I’m also aware that the experience I do have with feeling has been negative, as I have already stated.  It made my life horrible in middle school.  And don’t give me that “whatever doesn’t kill you makes you stronger” crap.  I did not come out of that experience feeling any better off for it.  I just felt like I’d wasted a year or two of my life.  Moreover, depression is not something you just leave alone for a while and wait for it to go away so you can live a fuller life.  It’s there constantly.  There are people who have it that go on having it for years, even decades.  Some are never able to go on living their lives normally.  I am determined not to be one of those people who wallow in their misery.

So it’s just great for Galen to go with his balance, and it’s fine for David to go with his emotions.  If there’s one thing I’ve learned in this discussion, it’s that different things work for different people.  Letting my emotion decide my actions doesn’t work for me.  I wish it did, and I’m glad it works for some people, but I tried it, and it wasn’t for me.  It’s not that I’m not playing the game.  We’re all playing the game here on earth, whether we like it or not.  What matters is how we play the hand we’re dealt, and I have done that to the best of my ability.  So when you suggest that your extra half-year of experience has allowed you to discern the correct path of life, forgive me if I say you are indeed arrogant.  You said it yourself, that you could never live your brother’s life, it’s just not in you.  Well, it’s just not in me to live your life of moderation.

There are always stories about people with mid-life crises, but you never hear the story about the guy who really did like his work, so passionately that his life was fulfilled by that and only that.  I’m sure, somewhere in six billion people, that example exists.  I don’t think I could live that kind of life, and I never said I was going to.  You were the ones who equated a logical person with a hard-working AP student.  Living by reason, for me, just means deciding what I want out of life, and then being able to get it, without nervousness, anger, sadness, or any other emotion getting in the way.  Like Galen did.  Only I have to work without passion, without impulse.  And I’m fine with that.  I have to be.  I wouldn’t get anywhere if I wasn’t.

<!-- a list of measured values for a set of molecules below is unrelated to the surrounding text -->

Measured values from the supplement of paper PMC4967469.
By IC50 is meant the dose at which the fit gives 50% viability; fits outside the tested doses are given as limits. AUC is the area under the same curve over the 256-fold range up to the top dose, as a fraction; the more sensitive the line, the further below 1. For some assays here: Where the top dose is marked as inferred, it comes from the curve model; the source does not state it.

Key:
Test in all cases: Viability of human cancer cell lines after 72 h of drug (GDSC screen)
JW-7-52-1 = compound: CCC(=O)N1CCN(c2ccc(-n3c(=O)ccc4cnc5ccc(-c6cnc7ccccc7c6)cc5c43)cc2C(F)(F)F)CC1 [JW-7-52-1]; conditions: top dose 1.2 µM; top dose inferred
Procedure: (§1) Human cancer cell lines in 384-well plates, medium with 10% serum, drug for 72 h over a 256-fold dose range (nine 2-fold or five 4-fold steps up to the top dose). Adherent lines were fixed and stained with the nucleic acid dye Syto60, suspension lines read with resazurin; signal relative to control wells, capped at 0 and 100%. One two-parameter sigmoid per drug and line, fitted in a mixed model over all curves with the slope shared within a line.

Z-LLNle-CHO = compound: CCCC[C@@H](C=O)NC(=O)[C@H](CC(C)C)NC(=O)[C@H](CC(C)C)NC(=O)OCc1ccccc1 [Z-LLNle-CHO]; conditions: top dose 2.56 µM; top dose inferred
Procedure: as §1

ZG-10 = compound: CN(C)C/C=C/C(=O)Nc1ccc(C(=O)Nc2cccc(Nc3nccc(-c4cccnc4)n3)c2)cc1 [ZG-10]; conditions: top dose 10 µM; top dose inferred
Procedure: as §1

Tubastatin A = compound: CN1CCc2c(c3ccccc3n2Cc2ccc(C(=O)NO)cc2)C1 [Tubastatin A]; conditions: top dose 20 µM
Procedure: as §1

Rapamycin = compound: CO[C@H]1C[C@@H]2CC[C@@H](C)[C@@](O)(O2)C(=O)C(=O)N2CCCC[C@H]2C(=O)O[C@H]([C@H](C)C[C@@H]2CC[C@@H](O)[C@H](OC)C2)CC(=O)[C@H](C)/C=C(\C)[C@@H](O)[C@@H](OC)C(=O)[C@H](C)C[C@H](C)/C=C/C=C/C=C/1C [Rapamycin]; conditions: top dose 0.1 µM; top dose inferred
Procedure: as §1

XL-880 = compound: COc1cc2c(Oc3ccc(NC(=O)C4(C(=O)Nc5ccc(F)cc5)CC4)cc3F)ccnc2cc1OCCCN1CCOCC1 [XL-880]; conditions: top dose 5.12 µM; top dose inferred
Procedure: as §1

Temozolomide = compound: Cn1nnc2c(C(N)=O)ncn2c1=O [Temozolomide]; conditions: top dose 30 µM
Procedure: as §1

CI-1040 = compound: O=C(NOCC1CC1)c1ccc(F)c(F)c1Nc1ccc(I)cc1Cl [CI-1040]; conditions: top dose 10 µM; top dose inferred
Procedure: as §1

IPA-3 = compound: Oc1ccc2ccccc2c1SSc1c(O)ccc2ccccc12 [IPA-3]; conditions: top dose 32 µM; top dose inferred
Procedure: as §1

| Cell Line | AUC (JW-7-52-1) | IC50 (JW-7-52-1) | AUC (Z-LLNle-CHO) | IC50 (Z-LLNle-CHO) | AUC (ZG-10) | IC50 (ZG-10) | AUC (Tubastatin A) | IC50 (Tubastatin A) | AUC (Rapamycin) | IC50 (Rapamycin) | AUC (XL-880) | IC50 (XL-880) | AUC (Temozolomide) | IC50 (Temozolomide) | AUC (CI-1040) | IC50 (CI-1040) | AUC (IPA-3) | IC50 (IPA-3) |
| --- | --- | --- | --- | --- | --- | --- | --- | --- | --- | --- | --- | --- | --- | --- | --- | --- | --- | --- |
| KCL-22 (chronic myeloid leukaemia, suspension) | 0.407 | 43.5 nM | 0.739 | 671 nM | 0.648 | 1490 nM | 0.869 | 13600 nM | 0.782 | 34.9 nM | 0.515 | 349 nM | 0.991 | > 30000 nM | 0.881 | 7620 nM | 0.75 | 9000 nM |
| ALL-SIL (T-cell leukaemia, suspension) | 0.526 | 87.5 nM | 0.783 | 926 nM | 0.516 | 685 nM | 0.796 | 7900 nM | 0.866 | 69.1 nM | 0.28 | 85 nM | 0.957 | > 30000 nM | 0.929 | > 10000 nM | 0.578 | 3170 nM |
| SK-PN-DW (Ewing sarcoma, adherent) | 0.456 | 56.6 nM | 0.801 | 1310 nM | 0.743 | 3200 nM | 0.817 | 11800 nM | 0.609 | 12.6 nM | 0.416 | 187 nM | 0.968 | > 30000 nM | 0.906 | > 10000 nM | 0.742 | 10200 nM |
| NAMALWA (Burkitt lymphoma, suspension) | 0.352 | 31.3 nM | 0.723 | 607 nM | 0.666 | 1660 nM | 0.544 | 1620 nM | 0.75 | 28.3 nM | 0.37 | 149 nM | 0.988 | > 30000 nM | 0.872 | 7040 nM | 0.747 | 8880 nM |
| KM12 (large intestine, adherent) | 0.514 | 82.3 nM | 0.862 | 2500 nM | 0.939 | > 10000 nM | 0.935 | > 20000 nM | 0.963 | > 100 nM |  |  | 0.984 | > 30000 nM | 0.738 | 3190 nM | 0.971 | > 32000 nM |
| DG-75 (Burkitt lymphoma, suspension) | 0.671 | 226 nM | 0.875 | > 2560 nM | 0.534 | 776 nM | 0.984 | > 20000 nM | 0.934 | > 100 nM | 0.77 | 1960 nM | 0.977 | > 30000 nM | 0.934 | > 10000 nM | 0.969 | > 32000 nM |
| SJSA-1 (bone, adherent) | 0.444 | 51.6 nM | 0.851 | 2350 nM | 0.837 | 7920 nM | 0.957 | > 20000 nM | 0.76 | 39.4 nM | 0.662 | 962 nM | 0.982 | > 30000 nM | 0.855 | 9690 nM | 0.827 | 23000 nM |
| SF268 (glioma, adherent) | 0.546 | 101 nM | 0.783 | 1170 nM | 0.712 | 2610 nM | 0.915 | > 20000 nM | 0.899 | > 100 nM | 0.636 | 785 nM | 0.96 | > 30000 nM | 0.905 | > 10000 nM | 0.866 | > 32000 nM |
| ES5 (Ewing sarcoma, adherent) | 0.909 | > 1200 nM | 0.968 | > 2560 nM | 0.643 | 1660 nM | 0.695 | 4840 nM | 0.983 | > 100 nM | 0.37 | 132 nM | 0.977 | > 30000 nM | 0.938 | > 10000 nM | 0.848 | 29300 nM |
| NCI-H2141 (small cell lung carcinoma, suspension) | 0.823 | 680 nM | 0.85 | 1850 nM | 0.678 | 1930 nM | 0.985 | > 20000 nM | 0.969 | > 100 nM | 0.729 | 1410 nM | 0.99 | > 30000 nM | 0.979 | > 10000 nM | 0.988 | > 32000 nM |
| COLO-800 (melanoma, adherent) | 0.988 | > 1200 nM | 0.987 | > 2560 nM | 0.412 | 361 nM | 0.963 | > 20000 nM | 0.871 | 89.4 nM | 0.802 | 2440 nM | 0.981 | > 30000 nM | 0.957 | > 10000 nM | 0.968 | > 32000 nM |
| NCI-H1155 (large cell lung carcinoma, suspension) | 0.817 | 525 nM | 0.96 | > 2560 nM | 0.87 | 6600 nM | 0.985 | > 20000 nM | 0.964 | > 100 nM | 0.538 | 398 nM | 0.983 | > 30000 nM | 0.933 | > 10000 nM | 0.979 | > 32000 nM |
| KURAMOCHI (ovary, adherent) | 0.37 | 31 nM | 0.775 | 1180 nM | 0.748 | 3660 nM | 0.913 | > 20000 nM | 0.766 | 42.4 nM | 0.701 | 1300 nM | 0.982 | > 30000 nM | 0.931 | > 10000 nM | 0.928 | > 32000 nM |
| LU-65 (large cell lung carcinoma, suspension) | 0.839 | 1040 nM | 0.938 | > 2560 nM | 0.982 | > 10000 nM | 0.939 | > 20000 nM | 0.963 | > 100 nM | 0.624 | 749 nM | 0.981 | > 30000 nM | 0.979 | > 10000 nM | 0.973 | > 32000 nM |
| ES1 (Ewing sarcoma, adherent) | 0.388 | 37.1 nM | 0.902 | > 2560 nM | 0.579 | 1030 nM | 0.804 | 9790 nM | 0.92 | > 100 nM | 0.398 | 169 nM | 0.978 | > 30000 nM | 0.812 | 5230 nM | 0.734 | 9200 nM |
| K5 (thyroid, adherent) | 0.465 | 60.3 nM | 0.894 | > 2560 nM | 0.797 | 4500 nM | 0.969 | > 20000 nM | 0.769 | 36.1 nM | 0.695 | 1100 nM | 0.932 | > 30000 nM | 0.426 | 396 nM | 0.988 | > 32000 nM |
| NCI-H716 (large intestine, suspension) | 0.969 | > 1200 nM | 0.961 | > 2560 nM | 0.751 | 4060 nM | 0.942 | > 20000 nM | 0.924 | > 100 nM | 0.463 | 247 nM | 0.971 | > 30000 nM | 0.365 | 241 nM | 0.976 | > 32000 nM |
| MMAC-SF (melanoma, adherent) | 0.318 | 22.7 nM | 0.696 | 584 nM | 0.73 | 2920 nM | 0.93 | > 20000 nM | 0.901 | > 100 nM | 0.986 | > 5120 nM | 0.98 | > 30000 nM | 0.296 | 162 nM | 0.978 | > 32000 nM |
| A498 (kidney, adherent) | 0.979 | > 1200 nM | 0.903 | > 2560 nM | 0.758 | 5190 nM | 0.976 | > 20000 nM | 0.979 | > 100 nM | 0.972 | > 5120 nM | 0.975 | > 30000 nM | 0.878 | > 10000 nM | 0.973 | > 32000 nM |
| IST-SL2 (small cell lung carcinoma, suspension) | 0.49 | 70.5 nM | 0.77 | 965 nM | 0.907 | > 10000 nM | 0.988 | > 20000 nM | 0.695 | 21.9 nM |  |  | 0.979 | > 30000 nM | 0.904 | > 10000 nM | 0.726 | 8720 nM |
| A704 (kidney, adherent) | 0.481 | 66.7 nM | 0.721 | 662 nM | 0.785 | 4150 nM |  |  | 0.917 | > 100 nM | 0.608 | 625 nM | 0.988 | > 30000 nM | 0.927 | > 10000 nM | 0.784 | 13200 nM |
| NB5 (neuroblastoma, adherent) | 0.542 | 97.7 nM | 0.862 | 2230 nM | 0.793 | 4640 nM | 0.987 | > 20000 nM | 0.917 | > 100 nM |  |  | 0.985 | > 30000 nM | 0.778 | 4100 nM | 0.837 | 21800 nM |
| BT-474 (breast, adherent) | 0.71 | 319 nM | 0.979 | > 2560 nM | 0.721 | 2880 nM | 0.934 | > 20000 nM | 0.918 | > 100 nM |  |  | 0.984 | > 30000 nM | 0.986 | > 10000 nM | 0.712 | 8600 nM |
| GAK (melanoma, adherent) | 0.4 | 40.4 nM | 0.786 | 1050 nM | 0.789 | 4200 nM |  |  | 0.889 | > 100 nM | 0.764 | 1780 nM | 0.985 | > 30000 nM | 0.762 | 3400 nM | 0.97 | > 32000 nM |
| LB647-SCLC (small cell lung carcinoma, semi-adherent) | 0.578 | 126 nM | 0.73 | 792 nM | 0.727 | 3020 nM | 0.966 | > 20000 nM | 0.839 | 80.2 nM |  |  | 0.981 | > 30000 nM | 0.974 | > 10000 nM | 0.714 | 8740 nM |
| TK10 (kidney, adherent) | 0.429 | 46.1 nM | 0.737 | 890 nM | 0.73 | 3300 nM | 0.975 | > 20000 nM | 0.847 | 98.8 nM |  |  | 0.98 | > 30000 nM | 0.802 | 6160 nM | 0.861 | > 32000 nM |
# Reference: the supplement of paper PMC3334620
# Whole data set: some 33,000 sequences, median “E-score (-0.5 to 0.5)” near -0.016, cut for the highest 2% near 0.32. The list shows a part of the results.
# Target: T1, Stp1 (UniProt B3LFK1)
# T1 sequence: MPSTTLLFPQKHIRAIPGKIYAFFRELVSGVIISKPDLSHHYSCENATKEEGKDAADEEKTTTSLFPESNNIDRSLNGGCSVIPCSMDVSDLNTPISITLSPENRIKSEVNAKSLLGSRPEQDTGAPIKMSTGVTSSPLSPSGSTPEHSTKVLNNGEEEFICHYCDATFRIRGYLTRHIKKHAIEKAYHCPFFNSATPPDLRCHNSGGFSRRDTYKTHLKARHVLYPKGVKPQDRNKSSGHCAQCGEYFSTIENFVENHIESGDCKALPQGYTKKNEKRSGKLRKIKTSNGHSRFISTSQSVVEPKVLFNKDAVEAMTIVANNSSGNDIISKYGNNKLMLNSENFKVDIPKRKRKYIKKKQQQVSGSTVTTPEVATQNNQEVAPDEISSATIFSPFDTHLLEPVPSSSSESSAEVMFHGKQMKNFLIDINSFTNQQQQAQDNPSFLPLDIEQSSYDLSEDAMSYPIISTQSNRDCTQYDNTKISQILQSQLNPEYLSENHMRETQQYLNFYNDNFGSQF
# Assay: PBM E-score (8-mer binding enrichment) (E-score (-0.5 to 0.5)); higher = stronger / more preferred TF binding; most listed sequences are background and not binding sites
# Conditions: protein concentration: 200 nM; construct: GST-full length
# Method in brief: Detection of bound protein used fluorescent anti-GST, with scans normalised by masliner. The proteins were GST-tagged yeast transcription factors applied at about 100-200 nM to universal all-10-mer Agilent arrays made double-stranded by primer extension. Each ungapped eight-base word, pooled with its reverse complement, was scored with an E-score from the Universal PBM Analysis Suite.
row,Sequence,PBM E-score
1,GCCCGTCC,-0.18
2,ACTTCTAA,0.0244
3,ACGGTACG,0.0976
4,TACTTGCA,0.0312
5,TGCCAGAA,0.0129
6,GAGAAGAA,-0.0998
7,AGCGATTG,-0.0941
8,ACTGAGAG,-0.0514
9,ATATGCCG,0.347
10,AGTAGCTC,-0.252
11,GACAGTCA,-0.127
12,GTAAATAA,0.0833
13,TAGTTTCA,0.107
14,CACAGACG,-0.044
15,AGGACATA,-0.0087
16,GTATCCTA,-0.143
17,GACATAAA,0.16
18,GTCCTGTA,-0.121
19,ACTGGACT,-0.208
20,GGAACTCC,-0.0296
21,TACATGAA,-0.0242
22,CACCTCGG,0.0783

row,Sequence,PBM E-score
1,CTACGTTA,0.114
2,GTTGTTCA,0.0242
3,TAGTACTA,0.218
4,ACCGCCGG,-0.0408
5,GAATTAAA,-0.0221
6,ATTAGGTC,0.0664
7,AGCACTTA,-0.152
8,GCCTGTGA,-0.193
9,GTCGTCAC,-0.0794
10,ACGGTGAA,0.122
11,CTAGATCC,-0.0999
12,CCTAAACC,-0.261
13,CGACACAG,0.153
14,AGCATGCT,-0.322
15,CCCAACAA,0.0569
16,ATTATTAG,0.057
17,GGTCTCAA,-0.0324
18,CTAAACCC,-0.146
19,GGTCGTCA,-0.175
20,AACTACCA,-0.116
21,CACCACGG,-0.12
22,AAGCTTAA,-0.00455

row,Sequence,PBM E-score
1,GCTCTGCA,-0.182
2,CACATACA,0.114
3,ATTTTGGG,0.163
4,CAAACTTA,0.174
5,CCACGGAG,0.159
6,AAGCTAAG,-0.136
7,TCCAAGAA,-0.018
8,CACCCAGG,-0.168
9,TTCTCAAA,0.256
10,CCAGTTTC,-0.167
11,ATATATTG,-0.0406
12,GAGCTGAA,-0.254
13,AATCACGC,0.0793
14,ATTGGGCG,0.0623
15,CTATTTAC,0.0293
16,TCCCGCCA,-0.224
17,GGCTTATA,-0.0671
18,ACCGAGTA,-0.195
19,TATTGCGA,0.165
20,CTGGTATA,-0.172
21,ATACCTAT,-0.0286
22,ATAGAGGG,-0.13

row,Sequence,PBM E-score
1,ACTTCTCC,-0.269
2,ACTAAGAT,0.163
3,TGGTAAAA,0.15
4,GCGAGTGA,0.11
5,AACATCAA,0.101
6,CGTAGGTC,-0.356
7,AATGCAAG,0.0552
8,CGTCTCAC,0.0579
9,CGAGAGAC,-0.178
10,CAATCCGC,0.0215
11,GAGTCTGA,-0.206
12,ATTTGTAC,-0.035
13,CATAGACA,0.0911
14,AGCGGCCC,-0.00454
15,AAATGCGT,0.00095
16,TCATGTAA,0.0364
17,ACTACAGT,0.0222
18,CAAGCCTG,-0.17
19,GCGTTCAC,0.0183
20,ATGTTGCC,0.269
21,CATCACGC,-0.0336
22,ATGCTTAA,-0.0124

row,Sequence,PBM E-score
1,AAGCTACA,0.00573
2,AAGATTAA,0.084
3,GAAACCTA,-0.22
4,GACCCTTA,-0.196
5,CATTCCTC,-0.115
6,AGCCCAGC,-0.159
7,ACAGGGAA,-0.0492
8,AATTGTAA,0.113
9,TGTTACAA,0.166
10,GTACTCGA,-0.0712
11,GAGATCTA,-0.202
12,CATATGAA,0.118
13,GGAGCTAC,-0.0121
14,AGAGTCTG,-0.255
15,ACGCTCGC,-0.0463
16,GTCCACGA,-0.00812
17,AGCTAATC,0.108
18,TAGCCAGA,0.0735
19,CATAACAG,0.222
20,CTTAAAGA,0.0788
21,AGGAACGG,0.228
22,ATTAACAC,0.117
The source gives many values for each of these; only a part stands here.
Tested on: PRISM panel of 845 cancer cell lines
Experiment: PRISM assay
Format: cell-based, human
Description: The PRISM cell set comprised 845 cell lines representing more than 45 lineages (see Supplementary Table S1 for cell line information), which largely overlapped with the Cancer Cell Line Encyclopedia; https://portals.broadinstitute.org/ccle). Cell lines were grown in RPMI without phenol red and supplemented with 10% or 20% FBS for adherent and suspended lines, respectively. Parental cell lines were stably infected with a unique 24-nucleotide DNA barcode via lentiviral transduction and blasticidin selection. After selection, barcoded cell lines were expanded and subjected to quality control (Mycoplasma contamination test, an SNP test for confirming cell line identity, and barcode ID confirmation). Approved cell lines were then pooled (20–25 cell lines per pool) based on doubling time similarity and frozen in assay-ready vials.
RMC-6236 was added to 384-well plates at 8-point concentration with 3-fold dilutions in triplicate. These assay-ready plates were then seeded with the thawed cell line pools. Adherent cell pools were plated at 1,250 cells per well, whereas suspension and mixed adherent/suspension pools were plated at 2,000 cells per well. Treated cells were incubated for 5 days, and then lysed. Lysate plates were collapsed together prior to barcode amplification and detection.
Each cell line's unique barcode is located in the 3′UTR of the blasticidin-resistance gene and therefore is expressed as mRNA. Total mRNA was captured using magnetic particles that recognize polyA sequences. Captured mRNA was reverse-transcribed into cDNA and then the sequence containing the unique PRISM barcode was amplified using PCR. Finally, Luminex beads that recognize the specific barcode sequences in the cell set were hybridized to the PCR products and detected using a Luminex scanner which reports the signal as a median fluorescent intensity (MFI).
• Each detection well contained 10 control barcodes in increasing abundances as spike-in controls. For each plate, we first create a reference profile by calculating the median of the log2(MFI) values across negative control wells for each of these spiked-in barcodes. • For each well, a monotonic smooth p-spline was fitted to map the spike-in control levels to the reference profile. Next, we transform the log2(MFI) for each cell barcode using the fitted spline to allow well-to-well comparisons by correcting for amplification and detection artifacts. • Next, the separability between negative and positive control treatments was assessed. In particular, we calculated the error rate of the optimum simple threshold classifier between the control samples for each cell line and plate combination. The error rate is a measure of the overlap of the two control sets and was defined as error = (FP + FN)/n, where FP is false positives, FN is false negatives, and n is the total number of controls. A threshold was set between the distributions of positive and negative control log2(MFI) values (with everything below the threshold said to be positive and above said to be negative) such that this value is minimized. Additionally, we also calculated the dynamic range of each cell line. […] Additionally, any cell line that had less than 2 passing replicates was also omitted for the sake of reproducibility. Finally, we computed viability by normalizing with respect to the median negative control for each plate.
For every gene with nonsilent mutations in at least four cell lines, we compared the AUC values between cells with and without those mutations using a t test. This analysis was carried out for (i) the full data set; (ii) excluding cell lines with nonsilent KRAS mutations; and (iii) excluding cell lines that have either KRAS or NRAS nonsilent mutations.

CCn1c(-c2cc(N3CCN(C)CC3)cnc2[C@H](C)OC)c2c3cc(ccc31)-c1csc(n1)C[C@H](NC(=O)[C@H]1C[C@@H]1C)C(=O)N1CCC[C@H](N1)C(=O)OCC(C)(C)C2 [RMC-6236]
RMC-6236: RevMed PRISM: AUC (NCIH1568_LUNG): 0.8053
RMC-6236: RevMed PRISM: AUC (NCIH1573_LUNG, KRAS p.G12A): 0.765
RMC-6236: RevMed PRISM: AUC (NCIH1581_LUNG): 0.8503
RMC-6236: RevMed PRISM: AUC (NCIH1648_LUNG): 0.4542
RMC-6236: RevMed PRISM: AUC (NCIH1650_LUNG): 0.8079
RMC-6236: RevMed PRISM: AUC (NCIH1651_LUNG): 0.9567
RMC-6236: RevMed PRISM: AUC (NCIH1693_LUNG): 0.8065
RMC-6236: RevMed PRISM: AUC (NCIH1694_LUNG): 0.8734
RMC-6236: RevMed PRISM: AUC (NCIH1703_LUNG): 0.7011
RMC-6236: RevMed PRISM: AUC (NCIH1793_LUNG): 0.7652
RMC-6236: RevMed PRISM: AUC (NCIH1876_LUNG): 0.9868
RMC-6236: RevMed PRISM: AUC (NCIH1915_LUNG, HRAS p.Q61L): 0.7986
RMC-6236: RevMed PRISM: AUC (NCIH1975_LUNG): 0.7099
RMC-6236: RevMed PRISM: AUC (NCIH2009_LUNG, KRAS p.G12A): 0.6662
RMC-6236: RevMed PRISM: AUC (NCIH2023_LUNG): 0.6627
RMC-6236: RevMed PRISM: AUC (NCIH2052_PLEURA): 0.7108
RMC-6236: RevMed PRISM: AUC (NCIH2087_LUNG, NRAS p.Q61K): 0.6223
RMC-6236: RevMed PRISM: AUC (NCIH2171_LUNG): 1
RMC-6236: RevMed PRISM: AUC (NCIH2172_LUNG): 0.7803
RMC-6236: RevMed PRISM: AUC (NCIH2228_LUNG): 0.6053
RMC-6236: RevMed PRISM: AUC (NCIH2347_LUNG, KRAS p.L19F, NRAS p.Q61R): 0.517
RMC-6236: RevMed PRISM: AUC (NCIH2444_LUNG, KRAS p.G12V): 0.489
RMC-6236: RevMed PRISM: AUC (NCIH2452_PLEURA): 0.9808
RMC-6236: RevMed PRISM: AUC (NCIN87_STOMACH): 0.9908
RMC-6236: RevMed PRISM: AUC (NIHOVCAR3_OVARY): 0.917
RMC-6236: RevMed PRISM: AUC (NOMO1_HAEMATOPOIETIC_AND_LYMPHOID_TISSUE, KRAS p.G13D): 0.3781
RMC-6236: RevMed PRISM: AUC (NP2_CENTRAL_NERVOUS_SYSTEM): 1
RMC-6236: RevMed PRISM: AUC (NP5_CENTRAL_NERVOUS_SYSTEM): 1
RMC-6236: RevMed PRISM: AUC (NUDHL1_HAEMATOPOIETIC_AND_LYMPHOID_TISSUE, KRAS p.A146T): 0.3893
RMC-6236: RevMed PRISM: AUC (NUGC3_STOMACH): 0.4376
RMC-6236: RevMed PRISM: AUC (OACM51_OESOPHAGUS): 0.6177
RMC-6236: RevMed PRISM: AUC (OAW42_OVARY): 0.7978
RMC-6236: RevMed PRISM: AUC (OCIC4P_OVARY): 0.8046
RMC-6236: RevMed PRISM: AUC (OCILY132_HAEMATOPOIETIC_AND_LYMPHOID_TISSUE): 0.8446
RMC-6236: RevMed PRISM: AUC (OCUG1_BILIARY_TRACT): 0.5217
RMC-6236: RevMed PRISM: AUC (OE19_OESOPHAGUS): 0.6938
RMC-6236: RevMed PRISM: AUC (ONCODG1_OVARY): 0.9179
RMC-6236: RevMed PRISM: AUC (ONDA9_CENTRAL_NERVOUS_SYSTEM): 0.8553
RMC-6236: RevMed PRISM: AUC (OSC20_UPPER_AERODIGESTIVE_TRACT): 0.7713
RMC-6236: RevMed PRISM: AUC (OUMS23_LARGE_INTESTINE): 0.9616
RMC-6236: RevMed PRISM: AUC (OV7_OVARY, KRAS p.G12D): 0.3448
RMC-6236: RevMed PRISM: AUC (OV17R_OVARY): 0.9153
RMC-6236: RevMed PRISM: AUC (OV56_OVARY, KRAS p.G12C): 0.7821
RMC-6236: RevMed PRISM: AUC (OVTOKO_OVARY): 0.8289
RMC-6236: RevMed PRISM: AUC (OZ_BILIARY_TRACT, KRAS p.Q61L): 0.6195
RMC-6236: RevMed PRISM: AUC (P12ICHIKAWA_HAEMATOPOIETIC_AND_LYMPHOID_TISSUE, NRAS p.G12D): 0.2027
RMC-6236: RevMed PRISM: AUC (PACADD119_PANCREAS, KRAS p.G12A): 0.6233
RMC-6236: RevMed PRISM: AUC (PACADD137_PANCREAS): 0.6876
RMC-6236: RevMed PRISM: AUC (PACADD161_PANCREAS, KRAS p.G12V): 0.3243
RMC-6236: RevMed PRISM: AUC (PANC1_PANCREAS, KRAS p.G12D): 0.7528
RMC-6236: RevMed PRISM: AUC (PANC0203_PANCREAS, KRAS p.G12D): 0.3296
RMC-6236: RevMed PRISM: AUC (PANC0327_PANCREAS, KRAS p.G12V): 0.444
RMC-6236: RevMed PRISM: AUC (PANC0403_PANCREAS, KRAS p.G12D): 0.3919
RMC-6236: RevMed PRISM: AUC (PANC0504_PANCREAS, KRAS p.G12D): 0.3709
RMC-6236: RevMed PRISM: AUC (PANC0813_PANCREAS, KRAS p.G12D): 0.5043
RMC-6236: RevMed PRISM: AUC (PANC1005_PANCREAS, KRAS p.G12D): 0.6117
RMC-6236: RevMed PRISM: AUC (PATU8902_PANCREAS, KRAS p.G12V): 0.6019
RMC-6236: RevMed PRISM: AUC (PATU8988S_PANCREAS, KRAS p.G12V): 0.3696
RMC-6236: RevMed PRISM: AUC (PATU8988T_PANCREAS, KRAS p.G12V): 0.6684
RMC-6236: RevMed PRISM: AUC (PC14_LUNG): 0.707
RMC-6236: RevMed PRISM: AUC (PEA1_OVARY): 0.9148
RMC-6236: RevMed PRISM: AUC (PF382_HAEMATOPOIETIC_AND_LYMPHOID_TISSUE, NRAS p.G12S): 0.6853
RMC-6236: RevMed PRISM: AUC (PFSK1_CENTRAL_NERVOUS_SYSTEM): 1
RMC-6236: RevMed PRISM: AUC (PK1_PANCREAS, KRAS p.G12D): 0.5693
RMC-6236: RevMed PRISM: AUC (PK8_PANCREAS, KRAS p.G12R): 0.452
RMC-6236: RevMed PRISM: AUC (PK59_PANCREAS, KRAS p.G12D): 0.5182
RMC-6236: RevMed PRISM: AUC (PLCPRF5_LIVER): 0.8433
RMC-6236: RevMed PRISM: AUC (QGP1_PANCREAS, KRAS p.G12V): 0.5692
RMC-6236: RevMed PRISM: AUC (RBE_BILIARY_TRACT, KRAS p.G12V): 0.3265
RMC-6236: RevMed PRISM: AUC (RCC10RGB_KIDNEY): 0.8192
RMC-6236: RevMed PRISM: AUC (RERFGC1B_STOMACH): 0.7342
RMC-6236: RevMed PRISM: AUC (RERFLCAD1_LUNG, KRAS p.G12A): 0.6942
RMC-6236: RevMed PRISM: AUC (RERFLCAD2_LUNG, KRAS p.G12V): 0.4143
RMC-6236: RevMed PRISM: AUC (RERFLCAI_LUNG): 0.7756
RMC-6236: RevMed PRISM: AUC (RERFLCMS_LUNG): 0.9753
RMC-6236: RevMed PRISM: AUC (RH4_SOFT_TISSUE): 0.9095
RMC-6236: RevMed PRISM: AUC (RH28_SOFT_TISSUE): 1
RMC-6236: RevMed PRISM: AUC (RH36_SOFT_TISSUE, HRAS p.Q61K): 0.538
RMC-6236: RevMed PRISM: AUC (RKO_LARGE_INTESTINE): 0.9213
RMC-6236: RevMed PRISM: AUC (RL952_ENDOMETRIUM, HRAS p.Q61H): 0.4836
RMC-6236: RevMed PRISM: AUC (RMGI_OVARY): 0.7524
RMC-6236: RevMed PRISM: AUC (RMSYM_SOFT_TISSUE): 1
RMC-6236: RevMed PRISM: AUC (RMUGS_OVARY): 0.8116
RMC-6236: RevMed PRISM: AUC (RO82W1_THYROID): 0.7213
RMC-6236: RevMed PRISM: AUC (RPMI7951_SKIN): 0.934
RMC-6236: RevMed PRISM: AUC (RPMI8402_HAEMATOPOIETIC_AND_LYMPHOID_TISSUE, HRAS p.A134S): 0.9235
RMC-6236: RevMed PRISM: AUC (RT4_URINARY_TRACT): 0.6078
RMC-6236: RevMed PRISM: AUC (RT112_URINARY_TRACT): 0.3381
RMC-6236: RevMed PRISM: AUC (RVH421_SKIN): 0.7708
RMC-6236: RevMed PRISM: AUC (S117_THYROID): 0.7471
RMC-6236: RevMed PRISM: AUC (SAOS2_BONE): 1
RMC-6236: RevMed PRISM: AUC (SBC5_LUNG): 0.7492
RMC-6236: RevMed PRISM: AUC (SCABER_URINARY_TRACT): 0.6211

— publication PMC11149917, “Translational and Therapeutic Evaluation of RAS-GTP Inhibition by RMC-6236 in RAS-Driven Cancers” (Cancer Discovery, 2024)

From → Uncategorized

  1. Where is “anywhere?” If by anywhere you mean success as dictated by American standards, then maybe you’re right. But going by their standards is sort of the same thing as trying to live a life that’s not your own.Anyway, I’m not a very emotional person, but I am relative to the caricature of you on this xanga. Read my comment on BrussEuro if you want; I was sort of just being emotional to ilicit emotion, so to speak.Also, if you’re still up, you should go on AIM or something… there’s a healthy night crowd.

  2. Anywhere means just that.  I wouldn’t be successful by anyone’s standards, I’d probably just sit around all day waiting for an impulse that never comes to take hold of me.  Well, who knows, maybe some people live a fulfilling life sitting around all day.  But I get the impression that you have to have SOME kind of direction in this life to be fulfilled.

  3. And I wish I could tell you this was a caricature.  Really, what I put forth here is very close to the actual me.  If that makes me any less interesting to you, then… well, that sucks.
    I only have MSN and Yahoo at the moment, but I may get AIM.

  4. You can read my full response on my Xanga 😐

  5. I pulled the “big picture” card, booya end of discussion. Well, at least it’s the end for me… Read my comment on Bruss’s Xanga so you can decide just how much of a cop-out it was. πŸ™‚

  6. So….I’m not going to get involved, just wanted to say hi!  I love the way you write. So I don’t know if this link will work but this is a really cute picture of us:    -best of luck next year! (not that you need it)